Whittemore lawyers seek to suppress evidence
LAS VEGAS (AP) – Lawyers for Harvey Whittemore are seeking to suppress evidence in a federal case charging the one-time power broker unlawfully funneled $138,000 in campaign contributions to Senate Majority Leader Harry Reid.
The lawyers, in court papers filed Friday, argue a note from the Nevada Democrat thanking Whittemore and other evidence were unlawfully obtained without a warrant.
The papers include motions to dismiss the case against the Nevada legislative lobbyist because of a lack of evidence, the Las Vegas Review-Journal reported.
Whittemore was indicted in June on two counts of making illegal campaign contributions, one count of lying to the FBI and one count of causing a false report to be sent to the Federal Election Commission, all felonies.
The indictment alleges he unlawfully used family members and associates as conduits for contributions to the senator’s campaign and then reimbursed them.
He’s also accused of duping Reid’s campaign committee into believing the contributions were legally obtained from family members and associates.
Reid has distanced himself from Whittemore since the lobbyist became the subject of a federal investigation early this year. Reid also has donated the money to charity.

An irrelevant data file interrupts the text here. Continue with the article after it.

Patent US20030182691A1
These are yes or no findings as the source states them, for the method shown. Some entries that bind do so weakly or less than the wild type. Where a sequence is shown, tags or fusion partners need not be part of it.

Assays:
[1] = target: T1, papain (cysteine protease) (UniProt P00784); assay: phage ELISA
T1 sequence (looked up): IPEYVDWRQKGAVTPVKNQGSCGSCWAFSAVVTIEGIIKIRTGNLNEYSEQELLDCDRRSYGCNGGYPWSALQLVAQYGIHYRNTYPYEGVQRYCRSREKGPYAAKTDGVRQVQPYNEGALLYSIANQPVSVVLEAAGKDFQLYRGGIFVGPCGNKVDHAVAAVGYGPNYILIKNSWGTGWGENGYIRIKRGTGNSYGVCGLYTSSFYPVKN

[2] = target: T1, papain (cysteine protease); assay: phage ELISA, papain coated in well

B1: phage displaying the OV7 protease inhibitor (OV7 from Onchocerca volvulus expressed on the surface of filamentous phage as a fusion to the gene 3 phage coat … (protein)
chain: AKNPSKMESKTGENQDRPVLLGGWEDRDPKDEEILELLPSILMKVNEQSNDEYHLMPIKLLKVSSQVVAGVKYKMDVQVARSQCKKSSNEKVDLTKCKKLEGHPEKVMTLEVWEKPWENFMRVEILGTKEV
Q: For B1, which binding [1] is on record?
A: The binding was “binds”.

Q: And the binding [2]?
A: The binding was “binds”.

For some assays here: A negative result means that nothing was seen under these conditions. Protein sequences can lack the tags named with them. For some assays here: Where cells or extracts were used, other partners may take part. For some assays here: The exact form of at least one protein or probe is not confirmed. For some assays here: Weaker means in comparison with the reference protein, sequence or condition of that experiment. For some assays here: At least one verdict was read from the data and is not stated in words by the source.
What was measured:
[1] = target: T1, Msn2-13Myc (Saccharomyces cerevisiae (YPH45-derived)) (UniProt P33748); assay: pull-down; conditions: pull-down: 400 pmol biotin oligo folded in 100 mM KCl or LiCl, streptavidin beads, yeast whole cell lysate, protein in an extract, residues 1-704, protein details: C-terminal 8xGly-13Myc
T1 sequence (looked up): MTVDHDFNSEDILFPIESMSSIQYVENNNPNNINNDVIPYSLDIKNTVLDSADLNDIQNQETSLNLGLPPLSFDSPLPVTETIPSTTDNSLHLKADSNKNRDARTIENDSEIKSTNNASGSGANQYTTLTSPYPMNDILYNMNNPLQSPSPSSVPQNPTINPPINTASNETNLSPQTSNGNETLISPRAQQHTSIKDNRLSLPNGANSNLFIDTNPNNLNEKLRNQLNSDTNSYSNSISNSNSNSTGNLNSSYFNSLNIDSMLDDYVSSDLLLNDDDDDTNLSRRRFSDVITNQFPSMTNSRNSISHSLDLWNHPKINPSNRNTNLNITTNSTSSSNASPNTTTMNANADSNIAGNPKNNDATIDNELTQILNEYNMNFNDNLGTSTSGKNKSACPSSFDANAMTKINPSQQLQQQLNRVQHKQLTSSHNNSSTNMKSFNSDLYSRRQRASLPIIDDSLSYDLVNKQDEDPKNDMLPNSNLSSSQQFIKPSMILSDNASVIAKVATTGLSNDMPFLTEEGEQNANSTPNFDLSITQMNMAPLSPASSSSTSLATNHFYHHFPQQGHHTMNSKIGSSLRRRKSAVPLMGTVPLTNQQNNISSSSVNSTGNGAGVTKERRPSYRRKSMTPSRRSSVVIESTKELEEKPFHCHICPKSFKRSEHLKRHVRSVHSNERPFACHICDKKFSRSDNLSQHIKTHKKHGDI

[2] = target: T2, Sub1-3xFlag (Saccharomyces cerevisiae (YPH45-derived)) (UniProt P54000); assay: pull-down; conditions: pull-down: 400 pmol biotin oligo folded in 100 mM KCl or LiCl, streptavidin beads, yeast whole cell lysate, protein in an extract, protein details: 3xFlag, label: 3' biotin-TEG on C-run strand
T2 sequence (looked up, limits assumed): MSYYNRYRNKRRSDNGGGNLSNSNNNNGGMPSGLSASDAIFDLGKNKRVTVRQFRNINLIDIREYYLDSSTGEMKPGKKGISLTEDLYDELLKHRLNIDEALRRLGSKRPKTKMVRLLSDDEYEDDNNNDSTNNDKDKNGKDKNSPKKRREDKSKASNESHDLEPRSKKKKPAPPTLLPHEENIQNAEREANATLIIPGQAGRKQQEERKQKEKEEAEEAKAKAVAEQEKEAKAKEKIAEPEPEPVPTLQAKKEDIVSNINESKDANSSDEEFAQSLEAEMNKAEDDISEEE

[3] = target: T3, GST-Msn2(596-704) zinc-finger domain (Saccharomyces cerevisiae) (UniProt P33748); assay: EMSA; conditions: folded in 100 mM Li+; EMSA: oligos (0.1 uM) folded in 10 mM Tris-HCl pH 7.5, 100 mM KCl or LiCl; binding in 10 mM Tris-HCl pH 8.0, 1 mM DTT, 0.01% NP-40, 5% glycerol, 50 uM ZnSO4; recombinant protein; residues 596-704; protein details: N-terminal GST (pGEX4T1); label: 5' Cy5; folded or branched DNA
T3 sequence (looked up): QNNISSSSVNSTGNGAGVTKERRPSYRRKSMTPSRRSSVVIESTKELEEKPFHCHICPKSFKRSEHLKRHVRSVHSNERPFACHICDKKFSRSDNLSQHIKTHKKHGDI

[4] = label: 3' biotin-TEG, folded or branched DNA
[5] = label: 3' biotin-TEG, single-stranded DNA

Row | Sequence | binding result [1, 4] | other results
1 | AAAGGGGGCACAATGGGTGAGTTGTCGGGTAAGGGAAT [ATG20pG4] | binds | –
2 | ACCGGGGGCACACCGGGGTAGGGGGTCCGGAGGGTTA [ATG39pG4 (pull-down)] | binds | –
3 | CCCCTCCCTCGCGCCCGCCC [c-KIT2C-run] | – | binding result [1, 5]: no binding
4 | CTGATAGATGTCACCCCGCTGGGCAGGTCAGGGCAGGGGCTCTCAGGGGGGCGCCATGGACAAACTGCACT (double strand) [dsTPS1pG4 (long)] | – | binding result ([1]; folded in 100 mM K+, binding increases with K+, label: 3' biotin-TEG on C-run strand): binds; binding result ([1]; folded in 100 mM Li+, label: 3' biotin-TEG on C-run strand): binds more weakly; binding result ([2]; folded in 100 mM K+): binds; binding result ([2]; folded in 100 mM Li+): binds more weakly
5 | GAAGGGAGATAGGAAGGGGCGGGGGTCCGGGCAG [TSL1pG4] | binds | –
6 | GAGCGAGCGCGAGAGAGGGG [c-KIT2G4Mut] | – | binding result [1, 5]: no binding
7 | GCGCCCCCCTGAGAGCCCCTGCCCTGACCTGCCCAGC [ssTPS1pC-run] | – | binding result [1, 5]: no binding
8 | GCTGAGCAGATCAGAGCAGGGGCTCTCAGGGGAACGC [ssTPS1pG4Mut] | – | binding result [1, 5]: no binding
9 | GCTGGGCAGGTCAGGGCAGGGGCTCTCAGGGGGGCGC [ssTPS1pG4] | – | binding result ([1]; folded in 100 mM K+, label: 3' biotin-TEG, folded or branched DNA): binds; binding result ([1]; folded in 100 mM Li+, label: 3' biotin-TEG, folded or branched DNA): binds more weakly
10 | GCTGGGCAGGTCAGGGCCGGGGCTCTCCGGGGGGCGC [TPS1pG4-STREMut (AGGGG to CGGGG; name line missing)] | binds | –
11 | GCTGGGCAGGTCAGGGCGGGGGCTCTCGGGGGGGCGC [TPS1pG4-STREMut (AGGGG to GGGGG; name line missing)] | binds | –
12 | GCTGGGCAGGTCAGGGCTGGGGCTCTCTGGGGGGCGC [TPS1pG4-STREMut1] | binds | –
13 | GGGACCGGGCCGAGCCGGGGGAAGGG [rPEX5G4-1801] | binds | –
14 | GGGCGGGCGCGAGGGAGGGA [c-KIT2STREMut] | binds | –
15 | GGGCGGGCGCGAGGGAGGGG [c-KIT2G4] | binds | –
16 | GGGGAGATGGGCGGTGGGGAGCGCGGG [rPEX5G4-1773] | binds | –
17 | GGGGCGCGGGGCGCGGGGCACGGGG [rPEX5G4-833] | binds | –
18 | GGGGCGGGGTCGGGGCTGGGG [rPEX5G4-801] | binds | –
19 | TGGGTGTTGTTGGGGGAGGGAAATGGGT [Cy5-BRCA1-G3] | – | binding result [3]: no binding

In a motion to suppress, Whittemore attorney Dominic Gentile seeks to toss out all evidence found without a court-approved warrant in 81 boxes taken from Whittemore’s offices after his business partners cut ties with him.
The boxes contained documents identifying the surrogate contributors Whittemore is alleged to have used in the scheme and his reimbursements to the contributors, a book about campaign finance law and note from Reid.
In that note, Reid wrote, “Harvey, you’re a man of your word” and “You are a true friend now and for all days.”
The indictment alleges Whittemore met with Reid in February 2007 in Las Vegas and agreed to raise $150,000 by the March 31, 2007, campaign finance deadline.
In one defense motion seeking to dismiss the case, Gentile argued the government cannot prove Whittemore knowingly violated the campaign laws.
“The indictment is devoid of any factual allegations that Mr. Whittemore knew the specific laws with which he is charged of violating,” Gentile wrote. “Thus, the court should dismiss the indictment in full because the government has failed to allege the essential facts constituting the element of willfulness.”